Twins blow past Detroit, 9-1, to sweep two-game set

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DETROIT — The past few weeks have been a little tumultuous for Twins right-hander Sonny Gray. Before last week’s all-star break, he lost his pitching coach and favorite catcher within a week.

But the veteran starter is getting his bearings, he said, and proved it on Sunday with a small masterpiece against the Detroit Tigers.

Gray held Detroit to a run on two hits and a walk over six innings, and seven Twins hitters drove in at least a run as Minnesota swept a two-game series with a 9-1 victory at Comerica Park.

Gray struck out seven Tigers batters while improving to 5-3 and lowering his earned-run average to 3.52

“It was fun, that was pretty much it,” Gray said. “I felt relaxed. I felt free and easy.”

It was a fun weekend for the Twins, who scored a combined 17 runs on 23 hits in their first two games back from an unusually long five-day all-star break. Gray spent three relaxing days at home with his family before returning to Minnesota for workouts and a bullpen session Thursday.

Handed a 3-0 lead before he touched the mound, Gray faced the minimum through three innings before allowing a run on Eric Haase’s two-out, seeing-eye single through short that made it 3-1. That was his only hiccup.

Gray last won a game on June 27, an 11-1 victory at Cleveland — the day former pitching coach Wes Johnson accepted the same job at Louisiana State. Four days later, Johnson was replaced by bullpen coach Pete Maki. Then Gray’s favorite catcher, Ryan Jeffers, was lost to a fractured thumb that will require six to eight weeks of rest before he can begin a rehab assignment.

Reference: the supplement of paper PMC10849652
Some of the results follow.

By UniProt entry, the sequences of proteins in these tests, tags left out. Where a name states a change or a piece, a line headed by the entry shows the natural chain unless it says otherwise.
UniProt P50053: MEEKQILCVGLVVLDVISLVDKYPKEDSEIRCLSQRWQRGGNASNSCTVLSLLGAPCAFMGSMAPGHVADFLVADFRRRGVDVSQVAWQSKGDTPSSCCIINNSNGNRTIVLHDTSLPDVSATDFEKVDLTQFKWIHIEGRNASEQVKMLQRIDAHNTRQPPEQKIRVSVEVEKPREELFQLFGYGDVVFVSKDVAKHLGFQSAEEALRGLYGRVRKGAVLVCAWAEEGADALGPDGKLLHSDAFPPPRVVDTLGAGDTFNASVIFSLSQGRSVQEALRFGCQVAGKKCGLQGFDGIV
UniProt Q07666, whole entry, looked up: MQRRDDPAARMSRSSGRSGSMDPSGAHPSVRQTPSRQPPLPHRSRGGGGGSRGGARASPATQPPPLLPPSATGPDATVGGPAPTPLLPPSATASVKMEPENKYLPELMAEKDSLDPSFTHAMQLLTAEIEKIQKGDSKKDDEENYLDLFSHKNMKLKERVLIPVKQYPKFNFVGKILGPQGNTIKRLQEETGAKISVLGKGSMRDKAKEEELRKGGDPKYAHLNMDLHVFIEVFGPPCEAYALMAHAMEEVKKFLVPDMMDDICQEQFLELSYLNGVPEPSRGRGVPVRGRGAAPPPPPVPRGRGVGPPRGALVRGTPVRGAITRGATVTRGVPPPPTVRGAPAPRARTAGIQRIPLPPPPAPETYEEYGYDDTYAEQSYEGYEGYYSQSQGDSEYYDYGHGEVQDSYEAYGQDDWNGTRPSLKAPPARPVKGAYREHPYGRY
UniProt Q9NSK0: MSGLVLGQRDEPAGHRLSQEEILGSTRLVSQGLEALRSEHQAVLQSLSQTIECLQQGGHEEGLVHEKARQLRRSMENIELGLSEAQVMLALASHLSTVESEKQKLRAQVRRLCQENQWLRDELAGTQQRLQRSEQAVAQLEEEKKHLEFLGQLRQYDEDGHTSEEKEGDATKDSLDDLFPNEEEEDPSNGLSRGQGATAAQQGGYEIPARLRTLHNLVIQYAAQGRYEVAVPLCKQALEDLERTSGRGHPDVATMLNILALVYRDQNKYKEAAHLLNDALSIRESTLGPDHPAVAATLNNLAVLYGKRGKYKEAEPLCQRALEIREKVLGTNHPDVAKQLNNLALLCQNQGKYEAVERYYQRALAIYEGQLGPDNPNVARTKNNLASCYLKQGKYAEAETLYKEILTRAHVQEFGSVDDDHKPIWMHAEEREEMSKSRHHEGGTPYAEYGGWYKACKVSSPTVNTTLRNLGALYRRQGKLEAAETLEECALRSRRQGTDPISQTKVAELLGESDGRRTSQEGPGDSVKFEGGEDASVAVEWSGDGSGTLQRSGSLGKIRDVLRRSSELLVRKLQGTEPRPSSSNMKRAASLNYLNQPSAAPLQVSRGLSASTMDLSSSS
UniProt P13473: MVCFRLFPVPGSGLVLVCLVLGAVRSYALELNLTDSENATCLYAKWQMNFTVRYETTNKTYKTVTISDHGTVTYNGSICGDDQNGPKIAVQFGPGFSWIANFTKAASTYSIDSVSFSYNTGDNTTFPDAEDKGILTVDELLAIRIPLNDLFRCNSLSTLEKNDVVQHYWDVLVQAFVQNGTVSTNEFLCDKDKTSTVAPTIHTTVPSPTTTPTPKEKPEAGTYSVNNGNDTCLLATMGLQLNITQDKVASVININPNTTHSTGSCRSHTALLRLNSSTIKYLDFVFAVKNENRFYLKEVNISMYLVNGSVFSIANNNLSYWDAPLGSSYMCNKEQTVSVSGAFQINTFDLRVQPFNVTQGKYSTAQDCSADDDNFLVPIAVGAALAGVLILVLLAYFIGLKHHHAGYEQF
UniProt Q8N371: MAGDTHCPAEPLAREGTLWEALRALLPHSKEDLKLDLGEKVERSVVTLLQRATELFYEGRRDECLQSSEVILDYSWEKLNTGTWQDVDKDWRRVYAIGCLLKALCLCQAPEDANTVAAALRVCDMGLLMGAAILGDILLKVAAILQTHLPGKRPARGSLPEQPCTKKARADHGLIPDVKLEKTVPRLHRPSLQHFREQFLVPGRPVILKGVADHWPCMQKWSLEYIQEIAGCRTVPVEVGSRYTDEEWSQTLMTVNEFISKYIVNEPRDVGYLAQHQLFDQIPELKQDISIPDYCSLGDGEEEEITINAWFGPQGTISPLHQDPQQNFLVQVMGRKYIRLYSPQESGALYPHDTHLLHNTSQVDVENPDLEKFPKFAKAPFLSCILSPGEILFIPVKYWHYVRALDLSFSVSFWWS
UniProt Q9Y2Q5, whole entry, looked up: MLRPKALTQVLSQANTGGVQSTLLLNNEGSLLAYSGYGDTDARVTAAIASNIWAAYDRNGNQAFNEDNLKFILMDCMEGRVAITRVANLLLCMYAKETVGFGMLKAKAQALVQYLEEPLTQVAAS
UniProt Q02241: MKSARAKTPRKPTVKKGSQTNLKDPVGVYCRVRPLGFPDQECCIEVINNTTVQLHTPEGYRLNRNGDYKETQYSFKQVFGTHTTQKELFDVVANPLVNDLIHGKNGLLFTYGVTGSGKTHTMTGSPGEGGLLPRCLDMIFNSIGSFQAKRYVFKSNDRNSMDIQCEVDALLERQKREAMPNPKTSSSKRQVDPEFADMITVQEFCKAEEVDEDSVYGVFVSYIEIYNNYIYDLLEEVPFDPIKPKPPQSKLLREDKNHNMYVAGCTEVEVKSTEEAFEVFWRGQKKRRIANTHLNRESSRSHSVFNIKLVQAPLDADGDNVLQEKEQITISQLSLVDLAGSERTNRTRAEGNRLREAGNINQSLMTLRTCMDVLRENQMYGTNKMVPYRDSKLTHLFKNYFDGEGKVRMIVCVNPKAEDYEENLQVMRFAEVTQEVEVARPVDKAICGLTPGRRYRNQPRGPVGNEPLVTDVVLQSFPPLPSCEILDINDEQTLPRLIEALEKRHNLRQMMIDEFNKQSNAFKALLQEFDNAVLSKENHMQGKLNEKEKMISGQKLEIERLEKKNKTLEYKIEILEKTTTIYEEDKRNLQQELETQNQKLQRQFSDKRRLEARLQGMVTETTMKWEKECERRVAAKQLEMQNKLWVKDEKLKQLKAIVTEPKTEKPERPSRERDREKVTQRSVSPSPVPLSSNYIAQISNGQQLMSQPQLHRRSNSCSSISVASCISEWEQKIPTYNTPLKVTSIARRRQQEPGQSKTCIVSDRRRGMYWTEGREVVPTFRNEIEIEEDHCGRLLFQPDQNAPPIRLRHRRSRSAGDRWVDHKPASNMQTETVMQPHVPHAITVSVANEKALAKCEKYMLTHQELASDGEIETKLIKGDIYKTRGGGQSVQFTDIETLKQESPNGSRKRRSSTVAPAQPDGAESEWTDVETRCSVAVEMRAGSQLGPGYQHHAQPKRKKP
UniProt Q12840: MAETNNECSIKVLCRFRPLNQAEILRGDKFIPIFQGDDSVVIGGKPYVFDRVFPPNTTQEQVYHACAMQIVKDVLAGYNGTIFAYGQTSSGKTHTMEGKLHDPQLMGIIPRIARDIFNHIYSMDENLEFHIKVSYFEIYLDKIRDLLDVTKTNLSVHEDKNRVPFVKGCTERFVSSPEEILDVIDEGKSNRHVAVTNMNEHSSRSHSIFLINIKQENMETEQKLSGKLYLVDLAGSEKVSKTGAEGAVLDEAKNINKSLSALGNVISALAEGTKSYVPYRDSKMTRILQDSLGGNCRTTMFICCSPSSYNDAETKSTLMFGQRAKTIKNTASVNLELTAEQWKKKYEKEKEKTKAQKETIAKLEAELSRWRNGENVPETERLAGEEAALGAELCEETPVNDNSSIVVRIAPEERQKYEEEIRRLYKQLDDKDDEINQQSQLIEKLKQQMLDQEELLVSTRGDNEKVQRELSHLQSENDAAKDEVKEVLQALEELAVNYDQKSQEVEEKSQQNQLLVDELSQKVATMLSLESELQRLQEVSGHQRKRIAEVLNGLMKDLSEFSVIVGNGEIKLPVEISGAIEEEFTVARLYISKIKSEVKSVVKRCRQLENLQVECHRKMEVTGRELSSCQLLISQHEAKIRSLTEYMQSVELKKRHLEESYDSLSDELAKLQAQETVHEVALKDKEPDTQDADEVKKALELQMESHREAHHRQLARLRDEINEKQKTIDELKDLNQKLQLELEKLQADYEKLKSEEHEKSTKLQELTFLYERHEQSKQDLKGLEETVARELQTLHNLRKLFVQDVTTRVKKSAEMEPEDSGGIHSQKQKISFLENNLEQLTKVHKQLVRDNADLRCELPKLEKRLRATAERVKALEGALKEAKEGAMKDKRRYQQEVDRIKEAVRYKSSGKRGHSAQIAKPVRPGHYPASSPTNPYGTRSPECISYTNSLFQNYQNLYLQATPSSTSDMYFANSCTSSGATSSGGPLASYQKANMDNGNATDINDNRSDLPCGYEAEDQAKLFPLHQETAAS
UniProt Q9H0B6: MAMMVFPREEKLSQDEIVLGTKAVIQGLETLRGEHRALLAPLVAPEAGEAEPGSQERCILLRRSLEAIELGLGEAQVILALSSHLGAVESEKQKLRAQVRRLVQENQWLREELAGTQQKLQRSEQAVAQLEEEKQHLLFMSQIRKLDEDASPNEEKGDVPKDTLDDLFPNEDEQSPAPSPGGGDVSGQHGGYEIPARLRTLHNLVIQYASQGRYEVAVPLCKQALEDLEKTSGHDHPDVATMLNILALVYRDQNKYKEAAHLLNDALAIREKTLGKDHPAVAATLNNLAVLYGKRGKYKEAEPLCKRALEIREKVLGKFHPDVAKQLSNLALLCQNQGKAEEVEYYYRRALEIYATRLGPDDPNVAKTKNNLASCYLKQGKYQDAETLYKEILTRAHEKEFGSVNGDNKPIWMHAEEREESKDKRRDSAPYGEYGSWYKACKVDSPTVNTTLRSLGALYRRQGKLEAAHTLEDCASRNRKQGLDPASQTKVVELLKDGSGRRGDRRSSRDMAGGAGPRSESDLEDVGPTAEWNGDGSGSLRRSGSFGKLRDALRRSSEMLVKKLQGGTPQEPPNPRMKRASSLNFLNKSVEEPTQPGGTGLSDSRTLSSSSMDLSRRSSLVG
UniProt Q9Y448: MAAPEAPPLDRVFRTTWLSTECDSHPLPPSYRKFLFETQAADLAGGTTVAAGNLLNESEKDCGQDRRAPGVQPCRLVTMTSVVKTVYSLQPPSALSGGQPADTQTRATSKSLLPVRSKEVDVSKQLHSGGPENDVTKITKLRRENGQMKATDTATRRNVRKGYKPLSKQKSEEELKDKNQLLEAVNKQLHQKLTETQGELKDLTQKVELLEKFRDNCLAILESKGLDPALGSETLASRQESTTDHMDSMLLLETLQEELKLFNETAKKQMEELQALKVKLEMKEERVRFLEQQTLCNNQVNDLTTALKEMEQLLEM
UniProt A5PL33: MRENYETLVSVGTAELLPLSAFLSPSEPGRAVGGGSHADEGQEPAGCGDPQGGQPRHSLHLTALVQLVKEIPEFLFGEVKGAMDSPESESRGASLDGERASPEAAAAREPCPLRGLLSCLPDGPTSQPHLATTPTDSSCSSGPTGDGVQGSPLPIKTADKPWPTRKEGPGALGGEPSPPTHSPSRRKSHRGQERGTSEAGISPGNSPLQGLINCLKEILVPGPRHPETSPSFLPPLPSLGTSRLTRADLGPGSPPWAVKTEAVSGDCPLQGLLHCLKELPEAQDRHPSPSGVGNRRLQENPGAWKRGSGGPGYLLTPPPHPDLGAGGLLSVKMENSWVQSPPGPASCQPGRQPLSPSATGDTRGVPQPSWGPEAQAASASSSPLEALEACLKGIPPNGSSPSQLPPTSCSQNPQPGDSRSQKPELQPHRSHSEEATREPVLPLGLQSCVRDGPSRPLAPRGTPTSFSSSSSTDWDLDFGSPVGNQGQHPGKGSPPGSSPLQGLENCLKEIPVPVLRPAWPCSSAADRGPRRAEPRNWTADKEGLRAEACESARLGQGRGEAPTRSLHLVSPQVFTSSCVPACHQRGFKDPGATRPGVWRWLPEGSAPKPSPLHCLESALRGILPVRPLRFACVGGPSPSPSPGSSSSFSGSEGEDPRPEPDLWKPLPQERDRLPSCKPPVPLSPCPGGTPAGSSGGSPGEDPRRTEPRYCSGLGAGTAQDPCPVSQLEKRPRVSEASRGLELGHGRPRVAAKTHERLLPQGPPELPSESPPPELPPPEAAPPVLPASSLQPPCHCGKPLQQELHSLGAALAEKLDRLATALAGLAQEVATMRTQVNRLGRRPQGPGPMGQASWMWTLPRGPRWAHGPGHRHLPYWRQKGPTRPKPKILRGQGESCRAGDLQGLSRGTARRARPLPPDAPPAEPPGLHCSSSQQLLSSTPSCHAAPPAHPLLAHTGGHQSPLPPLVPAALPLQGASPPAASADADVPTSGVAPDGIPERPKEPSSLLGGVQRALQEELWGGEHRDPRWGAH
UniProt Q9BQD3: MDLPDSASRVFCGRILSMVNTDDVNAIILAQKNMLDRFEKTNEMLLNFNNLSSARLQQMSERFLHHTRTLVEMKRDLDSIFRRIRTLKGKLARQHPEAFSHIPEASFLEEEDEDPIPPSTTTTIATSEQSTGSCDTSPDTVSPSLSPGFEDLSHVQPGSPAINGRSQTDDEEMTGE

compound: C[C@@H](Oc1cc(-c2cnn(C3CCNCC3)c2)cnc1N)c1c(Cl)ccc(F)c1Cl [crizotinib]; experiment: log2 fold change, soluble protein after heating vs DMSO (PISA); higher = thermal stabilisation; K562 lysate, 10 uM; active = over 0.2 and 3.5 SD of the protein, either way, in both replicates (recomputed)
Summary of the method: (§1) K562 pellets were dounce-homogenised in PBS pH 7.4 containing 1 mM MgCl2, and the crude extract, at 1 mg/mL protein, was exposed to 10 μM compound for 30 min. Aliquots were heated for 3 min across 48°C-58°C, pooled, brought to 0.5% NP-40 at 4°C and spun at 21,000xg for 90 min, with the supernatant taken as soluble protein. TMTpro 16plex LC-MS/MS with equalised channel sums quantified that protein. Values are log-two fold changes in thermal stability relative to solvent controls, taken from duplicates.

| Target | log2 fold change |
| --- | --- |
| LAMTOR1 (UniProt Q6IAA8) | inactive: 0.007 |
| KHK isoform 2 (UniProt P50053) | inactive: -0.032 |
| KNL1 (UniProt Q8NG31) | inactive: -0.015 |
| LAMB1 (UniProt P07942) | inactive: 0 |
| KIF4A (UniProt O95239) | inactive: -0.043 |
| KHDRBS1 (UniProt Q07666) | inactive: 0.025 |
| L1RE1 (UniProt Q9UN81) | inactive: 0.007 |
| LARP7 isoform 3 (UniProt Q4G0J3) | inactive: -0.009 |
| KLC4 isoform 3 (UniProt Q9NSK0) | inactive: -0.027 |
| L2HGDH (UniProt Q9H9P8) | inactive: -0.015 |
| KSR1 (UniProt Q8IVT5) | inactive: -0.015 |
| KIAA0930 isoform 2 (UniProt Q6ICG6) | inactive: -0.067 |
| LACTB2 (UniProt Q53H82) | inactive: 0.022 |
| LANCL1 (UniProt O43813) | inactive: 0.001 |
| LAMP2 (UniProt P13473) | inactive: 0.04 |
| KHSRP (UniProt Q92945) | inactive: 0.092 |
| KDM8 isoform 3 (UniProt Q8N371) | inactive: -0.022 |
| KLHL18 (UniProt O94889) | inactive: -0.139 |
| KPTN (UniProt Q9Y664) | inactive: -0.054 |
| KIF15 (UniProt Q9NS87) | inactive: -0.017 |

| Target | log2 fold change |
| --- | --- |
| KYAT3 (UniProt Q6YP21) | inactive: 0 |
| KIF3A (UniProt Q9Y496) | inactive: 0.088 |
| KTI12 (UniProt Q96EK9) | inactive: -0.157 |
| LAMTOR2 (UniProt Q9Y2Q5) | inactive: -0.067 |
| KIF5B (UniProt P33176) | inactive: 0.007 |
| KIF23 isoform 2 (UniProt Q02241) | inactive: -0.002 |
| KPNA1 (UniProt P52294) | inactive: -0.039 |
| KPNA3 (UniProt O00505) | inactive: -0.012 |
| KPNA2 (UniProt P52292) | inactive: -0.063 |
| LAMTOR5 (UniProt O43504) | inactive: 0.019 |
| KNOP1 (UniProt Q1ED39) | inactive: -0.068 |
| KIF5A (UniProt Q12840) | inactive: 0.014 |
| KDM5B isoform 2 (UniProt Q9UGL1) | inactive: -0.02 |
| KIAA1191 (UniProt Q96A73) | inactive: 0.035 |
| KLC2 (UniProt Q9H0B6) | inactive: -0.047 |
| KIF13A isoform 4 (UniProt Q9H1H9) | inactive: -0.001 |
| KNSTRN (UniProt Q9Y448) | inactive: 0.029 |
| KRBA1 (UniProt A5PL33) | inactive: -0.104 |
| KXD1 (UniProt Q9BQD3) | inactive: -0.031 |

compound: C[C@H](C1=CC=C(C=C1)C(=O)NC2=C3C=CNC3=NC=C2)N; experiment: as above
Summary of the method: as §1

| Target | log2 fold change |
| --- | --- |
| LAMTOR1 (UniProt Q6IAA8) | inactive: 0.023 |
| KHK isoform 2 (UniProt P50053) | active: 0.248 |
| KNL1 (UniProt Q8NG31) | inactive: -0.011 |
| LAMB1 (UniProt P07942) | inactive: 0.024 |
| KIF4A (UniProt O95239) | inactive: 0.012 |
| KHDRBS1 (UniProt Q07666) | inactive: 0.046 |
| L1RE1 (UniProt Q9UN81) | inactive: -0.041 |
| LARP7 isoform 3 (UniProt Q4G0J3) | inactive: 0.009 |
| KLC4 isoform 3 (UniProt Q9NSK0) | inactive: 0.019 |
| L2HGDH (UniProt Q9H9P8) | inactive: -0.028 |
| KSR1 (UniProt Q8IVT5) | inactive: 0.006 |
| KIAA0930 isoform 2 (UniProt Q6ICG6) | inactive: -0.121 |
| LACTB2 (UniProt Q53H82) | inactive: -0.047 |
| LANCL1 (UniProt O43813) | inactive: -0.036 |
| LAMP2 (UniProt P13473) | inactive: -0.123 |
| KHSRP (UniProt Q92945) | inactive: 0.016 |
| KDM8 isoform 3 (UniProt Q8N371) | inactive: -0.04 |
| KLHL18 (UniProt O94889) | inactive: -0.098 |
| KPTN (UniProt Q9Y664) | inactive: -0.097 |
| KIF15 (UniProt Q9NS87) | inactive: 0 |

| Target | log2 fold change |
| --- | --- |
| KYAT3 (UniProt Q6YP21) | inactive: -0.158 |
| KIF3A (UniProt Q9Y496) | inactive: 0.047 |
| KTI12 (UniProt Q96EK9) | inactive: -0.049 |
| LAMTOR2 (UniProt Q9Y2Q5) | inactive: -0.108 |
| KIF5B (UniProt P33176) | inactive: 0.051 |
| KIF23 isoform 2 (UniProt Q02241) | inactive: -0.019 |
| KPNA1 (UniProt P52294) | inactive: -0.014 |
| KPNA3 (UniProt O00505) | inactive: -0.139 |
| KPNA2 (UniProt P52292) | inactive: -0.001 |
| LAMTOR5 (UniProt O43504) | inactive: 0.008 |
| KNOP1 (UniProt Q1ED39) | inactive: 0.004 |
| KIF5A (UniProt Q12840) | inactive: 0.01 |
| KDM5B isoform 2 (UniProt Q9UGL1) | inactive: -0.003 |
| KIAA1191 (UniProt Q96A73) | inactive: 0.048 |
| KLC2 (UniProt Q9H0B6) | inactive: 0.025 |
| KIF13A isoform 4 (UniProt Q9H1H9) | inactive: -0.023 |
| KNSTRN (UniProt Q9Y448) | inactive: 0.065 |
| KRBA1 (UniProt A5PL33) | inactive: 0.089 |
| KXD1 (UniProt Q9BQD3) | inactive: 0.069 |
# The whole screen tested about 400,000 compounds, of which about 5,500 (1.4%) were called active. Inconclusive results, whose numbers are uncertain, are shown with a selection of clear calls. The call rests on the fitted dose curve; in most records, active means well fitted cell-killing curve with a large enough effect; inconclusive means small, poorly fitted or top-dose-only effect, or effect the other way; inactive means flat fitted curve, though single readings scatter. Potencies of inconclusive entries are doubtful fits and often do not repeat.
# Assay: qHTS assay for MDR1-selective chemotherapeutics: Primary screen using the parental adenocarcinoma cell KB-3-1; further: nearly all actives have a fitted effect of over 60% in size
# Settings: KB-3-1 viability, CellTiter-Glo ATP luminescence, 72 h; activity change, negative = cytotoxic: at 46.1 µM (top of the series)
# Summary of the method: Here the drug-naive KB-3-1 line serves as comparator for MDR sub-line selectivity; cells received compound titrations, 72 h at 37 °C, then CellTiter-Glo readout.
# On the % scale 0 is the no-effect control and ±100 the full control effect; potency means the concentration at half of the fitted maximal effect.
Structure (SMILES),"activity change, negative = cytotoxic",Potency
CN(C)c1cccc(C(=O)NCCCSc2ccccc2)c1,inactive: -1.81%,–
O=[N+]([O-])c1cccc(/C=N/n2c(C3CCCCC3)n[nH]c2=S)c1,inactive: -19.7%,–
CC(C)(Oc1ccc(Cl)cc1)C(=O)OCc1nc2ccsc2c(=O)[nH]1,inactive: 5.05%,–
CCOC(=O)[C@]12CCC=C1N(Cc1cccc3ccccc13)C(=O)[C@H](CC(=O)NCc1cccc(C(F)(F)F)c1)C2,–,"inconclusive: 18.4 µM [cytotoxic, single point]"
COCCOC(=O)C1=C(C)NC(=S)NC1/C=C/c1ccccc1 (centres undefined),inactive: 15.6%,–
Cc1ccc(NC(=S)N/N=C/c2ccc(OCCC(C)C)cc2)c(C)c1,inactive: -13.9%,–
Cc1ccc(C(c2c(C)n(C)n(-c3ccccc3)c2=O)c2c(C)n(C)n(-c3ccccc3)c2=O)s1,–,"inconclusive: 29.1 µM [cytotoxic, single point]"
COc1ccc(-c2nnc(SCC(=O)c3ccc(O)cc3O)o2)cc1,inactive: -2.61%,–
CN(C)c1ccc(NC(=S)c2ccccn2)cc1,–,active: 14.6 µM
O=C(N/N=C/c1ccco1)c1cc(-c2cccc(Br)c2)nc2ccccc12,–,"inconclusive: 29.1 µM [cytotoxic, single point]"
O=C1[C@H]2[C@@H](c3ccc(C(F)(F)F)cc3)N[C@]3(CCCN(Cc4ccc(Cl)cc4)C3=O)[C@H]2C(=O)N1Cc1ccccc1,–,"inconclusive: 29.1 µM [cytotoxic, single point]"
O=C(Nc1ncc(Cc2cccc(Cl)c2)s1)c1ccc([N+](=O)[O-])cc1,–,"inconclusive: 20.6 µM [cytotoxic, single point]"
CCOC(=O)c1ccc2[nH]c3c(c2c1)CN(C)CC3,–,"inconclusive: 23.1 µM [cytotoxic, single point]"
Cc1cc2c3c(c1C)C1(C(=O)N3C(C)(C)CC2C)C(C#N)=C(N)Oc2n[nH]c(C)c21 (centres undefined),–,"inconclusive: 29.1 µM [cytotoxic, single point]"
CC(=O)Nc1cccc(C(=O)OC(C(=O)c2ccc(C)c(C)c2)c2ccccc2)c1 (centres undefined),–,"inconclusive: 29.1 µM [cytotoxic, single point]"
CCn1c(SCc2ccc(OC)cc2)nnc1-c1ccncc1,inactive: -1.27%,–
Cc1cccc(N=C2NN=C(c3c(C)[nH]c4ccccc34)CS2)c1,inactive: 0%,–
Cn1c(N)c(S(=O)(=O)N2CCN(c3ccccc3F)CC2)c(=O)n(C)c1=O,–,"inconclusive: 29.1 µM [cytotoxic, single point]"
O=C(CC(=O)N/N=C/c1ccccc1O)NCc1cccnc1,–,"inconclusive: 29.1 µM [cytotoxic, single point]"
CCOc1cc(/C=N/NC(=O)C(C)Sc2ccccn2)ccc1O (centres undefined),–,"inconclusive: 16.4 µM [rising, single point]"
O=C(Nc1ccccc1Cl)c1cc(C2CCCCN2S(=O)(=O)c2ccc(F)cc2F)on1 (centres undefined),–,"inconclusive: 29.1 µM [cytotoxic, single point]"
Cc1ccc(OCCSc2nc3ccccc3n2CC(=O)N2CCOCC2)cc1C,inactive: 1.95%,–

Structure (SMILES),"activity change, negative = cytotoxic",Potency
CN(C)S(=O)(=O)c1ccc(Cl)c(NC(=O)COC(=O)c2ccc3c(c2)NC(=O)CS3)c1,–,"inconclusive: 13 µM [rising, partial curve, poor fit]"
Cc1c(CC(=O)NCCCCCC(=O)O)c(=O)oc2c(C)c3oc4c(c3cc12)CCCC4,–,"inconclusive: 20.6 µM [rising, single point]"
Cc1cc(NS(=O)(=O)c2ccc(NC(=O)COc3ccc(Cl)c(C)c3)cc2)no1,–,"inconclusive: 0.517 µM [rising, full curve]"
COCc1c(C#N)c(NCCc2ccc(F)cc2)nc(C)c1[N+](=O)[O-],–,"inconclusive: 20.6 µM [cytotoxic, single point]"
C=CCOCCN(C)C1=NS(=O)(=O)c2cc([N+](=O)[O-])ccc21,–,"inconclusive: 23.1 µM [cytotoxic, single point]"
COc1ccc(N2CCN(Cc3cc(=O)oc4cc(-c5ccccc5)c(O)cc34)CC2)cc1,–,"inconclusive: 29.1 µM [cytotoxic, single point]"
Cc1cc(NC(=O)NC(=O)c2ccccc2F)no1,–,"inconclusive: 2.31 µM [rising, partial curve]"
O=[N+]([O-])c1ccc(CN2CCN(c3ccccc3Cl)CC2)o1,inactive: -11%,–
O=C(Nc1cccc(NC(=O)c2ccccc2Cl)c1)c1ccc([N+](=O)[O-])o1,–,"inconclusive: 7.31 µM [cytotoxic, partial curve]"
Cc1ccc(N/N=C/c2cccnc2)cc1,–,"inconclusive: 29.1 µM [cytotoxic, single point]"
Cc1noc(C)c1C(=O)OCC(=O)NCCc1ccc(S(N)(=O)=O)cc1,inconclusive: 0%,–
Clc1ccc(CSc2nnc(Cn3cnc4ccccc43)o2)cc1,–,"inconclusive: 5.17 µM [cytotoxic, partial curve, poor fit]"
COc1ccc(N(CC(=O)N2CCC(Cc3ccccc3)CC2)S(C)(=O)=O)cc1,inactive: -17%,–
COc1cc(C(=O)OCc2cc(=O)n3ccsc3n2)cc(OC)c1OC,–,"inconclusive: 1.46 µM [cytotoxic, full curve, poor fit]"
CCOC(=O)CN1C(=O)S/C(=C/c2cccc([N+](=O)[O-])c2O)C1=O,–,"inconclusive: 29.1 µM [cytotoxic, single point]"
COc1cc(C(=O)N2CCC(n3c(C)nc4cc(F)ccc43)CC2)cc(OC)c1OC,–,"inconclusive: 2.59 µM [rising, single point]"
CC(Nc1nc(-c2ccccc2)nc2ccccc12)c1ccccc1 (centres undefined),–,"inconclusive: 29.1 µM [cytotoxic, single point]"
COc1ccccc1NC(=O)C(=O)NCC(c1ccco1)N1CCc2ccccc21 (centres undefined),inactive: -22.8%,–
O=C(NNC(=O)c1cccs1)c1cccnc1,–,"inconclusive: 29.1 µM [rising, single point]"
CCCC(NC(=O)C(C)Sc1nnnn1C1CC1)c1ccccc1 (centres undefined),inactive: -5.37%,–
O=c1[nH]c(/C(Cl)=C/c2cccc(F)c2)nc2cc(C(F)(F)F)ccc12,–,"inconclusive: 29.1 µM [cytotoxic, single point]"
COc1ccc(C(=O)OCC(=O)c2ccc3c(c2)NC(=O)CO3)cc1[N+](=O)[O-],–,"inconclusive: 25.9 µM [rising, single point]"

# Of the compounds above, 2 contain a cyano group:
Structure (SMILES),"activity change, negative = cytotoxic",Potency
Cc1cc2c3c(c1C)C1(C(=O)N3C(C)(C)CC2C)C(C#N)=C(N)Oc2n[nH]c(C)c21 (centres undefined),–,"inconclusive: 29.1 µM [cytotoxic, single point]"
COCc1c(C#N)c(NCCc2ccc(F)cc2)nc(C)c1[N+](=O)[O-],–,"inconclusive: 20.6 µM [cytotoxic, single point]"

But Gray and catcher Gary Sanchez began getting on the same page during a 12-2 loss to the Chicago White Sox on July 14, he said. It was Gray’s shortest stint of the season, 3⅔ innings, but he felt he was moving in the right direction.

That carried over into Sunday.

“I felt good,” Gray said. “I’m just feeling a little more comfortable with our situation moving forward than I have been, getting a little more comfortable with it lately. So, that’s a good thing.”

“Having a plan, sticking to the plan and then executing it is what I felt worked,” he added.

As they did in Saturday’s 8-4 victory, the Twins put the pressure on Detroit from the get-go, putting three on the board in the first against Rony Garcia (3-3). The right-hander left after 2⅔ innings with right shoulder soreness.

Sanchez and Jose Miranda each drove in a pair of runs, and Luis Arraez, Jorge Polanco, Max Kepler and Gio Urshela each drove in one as the Twins increased their American League Central lead to three games over second-place Cleveland.

“These two games are just how you want to start the second half,” said Carlos Correa, who singled and scored a run when he slipped under Haase’s tag after Max Kepler’s grounder in the first. “Bats were on fire, really good at-bats all around. And you see our pitcher did a great job. So it’s a good start to the second half, for sure.”

Arraez went 1 for 3 with a walk and a run-scoring single in a three-run seventh and leads the major leagues with a .341 batting average. Miranda was 3 for 4 with two runs scored. He drove in a run when he was hit by a Garcia pitch with the bases loaded in the third, and added a run-scoring single off left fielder Kory Clemens in the ninth.

“Coming to Detroit and getting a couple games, scoring a bunch of runs, it feels pretty good,” Miranda said.

The Twins broke the game open with a three-run sixth off reliever Michael Fulmer. Miranda singled and scored on Urshela’s double into the left-field corner, and Urshela scored on a single by Arraez. Arraez went to second on an errant throw home and scored on Polanco’s sharp single to right field for a 6-1 lead.

Griffin Jax, Jharel Cotton and Joe Smith each pitched a scoreless inning for the Twins, who are off Monday and start a two-game series at Milwaukee on Tuesday.

“Flat out, we did what we wanted to do,” Twins manager Rocco Baldelli said. “We came in here and pushed the envelope a little bit in some ways but stayed within ourselves in some ways … hit balls good and forced their pitchers to throw strikes.”

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